Sometimes the title a person holds can help you know his rank and, in some cases, the salary he is receiving. That said, you need to be very mindful of any new name you give your EA. Avoid assigning a name that may seem to lower the rank or even amplify it more.
If you have a solid structure (we believe you have), you should be able to come up with a title that will position your EA in the right position. Remember that if you don’t place your EA correctly, you may need to review your structure again sooner or later.
Take a look at the format of other titles
The structure of your title can tell a lot about your business. Most businesses have a unique way of assigning tags to their employees, with some allowing their workers to pick titles they are more comfortable with.
In essence, most companies favor traditional titles such as executive assistant, administrative assistant, etc. Very few entertain the new format where some companies are using titles such as Workflow expert, Impression director, etc.
Sticking to the same format (ensure you have a standard format) amplifies your professional image and ensures your roles are searchable. Consider this, you are looking to fill an open position, and the title is unsearchable (very few people can think of it because it is not standard).
Brainstorm with your employees
As much as you feel pressed to change the name, make sure to welcome your employees’ input before deciding. You don’t need to involve all employees. Just pitch the idea to a few. They will help you reach a sound decision fast.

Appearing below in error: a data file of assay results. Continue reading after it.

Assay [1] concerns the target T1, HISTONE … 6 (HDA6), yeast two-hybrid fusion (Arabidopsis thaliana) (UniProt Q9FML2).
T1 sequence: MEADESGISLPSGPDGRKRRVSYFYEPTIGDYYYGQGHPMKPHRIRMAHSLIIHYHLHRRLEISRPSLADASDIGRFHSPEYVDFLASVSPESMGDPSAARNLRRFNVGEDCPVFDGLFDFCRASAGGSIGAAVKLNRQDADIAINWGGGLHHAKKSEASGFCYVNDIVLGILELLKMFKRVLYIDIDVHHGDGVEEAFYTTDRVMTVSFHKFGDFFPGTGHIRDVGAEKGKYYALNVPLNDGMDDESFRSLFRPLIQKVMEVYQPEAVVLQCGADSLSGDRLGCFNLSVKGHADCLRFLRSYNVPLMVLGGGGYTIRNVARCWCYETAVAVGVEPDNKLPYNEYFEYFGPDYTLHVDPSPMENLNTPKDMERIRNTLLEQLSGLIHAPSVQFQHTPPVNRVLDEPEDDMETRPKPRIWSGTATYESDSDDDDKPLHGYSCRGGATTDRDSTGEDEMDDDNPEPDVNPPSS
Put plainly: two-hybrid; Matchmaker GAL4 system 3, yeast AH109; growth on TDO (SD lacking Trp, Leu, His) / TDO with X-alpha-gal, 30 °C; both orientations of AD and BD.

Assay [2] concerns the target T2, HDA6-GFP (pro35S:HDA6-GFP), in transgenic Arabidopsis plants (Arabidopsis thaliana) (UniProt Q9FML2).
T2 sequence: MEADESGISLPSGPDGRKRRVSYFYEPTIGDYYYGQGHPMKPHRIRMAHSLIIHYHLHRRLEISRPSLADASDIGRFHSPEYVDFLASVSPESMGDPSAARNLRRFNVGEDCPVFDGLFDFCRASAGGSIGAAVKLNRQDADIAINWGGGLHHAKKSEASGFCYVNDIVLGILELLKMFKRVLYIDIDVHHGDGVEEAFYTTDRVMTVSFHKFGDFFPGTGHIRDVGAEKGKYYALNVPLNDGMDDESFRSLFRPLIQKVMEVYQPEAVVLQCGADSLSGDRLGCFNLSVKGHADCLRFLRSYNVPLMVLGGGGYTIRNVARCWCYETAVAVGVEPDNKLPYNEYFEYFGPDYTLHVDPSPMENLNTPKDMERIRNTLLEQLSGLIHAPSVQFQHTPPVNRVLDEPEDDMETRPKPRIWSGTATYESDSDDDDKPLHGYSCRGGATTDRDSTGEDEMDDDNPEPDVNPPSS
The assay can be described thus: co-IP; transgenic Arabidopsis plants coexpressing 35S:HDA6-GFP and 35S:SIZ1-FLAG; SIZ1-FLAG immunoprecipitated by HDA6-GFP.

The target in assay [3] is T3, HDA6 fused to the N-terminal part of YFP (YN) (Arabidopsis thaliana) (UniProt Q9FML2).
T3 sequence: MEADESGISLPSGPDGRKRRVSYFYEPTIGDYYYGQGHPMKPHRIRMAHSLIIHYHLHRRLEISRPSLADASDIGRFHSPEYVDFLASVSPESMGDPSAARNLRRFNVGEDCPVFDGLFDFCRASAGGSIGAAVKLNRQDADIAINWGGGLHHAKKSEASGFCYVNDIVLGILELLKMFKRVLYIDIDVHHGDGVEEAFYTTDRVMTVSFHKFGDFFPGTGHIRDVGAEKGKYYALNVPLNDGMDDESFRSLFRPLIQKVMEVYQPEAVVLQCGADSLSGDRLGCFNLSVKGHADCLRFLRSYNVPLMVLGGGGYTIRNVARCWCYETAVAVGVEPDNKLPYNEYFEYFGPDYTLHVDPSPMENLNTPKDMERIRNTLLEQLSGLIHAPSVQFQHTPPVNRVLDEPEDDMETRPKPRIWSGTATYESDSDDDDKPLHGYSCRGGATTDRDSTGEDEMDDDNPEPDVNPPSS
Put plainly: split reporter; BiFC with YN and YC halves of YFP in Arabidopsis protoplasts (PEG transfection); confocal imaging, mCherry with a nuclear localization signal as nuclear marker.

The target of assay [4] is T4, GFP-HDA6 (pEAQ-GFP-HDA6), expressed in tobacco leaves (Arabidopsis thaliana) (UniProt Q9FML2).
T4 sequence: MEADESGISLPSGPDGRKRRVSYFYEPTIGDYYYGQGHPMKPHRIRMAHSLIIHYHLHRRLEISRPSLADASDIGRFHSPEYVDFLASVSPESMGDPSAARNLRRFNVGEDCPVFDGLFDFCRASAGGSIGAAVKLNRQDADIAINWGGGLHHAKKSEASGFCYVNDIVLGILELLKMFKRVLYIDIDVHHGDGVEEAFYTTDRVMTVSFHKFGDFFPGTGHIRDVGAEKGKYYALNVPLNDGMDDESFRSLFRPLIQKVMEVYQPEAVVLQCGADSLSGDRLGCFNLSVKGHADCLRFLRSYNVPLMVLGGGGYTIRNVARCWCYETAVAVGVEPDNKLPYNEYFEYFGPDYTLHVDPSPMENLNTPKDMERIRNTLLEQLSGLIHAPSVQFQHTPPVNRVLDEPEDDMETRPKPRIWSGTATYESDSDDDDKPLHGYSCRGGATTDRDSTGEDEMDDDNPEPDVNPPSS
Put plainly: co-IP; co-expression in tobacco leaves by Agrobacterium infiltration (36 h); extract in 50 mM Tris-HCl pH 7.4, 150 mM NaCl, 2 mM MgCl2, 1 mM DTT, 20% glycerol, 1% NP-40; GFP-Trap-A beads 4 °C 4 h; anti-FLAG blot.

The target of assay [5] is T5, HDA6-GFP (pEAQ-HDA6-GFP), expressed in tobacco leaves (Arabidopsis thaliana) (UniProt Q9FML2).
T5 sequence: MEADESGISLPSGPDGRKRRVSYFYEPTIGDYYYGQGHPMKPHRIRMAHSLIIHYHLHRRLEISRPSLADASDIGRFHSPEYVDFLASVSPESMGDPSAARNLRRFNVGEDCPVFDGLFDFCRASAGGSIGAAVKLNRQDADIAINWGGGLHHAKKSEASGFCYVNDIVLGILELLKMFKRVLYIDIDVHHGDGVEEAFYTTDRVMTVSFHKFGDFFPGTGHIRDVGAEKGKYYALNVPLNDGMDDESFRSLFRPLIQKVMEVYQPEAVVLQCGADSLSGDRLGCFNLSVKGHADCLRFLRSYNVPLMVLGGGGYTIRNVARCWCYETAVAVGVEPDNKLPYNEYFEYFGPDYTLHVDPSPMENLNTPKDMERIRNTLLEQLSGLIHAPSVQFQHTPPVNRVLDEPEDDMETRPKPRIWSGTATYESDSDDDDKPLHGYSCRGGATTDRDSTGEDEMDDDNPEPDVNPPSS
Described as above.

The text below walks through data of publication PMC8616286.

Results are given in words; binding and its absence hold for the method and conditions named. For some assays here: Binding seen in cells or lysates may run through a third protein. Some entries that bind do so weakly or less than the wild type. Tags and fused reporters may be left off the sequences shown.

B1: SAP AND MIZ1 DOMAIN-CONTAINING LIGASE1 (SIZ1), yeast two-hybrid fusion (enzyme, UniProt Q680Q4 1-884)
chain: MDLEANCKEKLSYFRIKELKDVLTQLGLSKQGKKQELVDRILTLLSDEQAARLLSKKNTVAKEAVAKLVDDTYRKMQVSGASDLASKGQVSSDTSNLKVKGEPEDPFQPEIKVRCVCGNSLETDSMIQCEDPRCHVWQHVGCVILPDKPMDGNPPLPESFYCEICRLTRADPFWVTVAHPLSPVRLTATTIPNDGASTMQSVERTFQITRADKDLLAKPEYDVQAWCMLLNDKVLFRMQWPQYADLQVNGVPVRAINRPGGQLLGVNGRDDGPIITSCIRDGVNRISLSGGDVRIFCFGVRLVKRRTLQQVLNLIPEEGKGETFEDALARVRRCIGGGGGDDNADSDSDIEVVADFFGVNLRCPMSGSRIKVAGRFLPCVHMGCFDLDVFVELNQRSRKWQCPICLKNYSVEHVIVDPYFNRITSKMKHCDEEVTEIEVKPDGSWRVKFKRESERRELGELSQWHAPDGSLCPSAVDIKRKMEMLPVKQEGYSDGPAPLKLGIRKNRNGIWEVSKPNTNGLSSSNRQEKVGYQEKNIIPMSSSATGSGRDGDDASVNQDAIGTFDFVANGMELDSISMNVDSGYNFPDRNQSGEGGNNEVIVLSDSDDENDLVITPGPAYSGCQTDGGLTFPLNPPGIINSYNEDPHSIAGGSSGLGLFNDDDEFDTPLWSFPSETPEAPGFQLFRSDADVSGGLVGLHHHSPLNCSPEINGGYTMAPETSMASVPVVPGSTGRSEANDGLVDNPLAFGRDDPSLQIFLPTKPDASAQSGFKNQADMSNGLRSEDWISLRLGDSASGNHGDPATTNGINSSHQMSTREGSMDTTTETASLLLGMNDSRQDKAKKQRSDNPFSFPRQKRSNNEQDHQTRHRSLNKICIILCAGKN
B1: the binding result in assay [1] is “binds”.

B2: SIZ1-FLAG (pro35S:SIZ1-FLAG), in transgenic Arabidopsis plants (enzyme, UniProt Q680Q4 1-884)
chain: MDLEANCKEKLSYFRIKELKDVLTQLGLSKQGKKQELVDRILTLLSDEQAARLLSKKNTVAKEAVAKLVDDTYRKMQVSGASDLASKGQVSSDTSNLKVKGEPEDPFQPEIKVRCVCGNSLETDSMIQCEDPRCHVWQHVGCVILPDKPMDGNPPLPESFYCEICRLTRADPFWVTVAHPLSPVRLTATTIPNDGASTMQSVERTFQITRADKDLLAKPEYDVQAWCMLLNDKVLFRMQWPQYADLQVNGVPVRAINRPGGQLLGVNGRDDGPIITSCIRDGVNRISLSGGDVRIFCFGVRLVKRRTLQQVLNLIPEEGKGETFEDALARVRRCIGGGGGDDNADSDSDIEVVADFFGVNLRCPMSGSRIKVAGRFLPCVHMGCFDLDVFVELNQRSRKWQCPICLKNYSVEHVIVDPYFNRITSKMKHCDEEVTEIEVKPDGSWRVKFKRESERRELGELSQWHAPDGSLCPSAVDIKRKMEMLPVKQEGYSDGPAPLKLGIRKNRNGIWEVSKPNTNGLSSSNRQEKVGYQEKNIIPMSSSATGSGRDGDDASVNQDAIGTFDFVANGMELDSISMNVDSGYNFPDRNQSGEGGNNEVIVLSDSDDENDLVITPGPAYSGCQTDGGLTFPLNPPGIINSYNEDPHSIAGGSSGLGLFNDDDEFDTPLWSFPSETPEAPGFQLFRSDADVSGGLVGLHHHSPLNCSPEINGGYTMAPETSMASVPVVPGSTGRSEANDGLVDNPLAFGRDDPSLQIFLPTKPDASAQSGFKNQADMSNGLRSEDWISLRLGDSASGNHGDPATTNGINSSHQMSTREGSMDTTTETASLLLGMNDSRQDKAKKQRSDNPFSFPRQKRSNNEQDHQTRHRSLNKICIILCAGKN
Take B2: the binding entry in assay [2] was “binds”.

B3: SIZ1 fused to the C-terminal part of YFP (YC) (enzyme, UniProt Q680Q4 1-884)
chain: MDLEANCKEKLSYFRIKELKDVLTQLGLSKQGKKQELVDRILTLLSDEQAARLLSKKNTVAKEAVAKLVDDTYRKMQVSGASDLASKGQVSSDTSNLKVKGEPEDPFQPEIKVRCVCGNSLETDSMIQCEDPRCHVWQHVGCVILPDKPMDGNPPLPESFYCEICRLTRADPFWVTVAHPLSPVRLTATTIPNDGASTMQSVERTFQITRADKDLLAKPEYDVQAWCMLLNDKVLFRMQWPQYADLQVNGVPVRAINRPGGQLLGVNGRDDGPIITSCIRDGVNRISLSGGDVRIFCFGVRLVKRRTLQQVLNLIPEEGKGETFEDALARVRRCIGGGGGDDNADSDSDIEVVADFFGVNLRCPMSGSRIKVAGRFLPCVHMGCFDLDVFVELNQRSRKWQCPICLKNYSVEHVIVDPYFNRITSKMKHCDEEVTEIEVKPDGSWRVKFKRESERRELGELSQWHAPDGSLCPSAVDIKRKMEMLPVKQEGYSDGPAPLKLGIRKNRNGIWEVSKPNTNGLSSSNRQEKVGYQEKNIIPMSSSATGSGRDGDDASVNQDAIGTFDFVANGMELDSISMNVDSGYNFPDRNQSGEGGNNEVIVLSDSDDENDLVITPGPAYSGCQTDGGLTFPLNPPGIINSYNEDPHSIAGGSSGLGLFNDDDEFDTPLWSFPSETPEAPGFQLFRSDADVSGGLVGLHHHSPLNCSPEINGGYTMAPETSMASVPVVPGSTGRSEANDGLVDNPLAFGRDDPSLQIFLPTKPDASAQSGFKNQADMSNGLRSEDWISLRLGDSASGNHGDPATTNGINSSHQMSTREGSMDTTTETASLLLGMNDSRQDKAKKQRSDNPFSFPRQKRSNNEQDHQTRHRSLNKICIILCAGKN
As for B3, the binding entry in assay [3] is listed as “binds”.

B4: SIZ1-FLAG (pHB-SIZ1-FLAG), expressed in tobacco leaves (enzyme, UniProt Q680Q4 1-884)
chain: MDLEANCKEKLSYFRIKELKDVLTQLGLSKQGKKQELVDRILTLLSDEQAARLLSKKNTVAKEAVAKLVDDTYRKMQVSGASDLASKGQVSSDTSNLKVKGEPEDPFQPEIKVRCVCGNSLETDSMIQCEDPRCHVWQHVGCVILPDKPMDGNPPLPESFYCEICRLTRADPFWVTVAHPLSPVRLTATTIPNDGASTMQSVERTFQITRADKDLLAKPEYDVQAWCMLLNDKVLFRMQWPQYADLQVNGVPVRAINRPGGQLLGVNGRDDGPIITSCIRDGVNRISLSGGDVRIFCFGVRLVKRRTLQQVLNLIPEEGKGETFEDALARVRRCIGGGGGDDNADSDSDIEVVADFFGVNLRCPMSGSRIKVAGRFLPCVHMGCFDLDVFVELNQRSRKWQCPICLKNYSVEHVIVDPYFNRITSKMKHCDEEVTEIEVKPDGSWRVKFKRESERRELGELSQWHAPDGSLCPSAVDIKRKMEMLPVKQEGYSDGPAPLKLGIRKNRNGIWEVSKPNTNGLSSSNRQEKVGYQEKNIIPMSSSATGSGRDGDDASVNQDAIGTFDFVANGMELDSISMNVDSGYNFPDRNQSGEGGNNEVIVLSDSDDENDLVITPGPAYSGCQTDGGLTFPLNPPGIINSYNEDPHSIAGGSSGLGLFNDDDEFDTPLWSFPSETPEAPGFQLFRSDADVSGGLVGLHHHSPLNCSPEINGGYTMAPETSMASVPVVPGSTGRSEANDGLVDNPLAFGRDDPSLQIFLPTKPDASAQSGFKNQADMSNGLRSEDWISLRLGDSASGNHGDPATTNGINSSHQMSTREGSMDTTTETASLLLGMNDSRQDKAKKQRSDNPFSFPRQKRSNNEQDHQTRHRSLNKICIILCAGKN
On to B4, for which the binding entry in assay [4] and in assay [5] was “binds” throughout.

Remember the saying that two heads are better than one? Why then struggle alone to find a title while you got people who can help?
Here are some options for executive assistant job titles to get you started:
Expert Virtual Executive Assistant
It could be as easy as adding a high-level buzzword ahead of their current title. This (along with a pay increase) can typically be enough to show your executive assistant that the work they’ve put in has not gone in vain. Sometimes they will need more.
First Senior executive assistant
If you have a team of executive assistants in your company, perhaps they don’t all need a title upgrade, but a few that stand out do. Using numerical guidelines is where you can appoint different levels of your team using words such as first, second, junior, or senior (or a combination of those as well).
Managing Administrative Assistant Partner
While Executive Administrative Assistant does have a ring to it, it’s important to remember how your administrative assistant works within your company. If they’re taking on the workload that would shame the vice president, bringing them on as a partner (whether in equity or just in title) could be a solid option for an administrative associate.
Senior Support Specialist
Taking the word “assistant” might be the way to go altogether. Focus on what executive assistants do, and find titles that still honor the administrative duties they are responsible for, but make it sound more upscale and professional.
Chief administrative officer
Everyone knows the word “chief” is a term used for the highest up in the company. Maybe this is the end-game for your team, and perhaps one of the most sought out executive assistant job titles out there.
Over to you
Change is inevitable. With the shift in executive assistant roles and responsibilities, it would be wrong if you don’t consider giving your EAs titles that reflect what they are currently doing. Administrative support is always needed and administrative job titles need to reflect that.
Your executive assistant, virtual assistant, and any support member of your company will work hard to help your company grow. Not changing their titles is akin to advancing in your studies and not being recognized for that milestone. So, make the shift when necessary.
Need help crafting a better executive assistant title? We can help!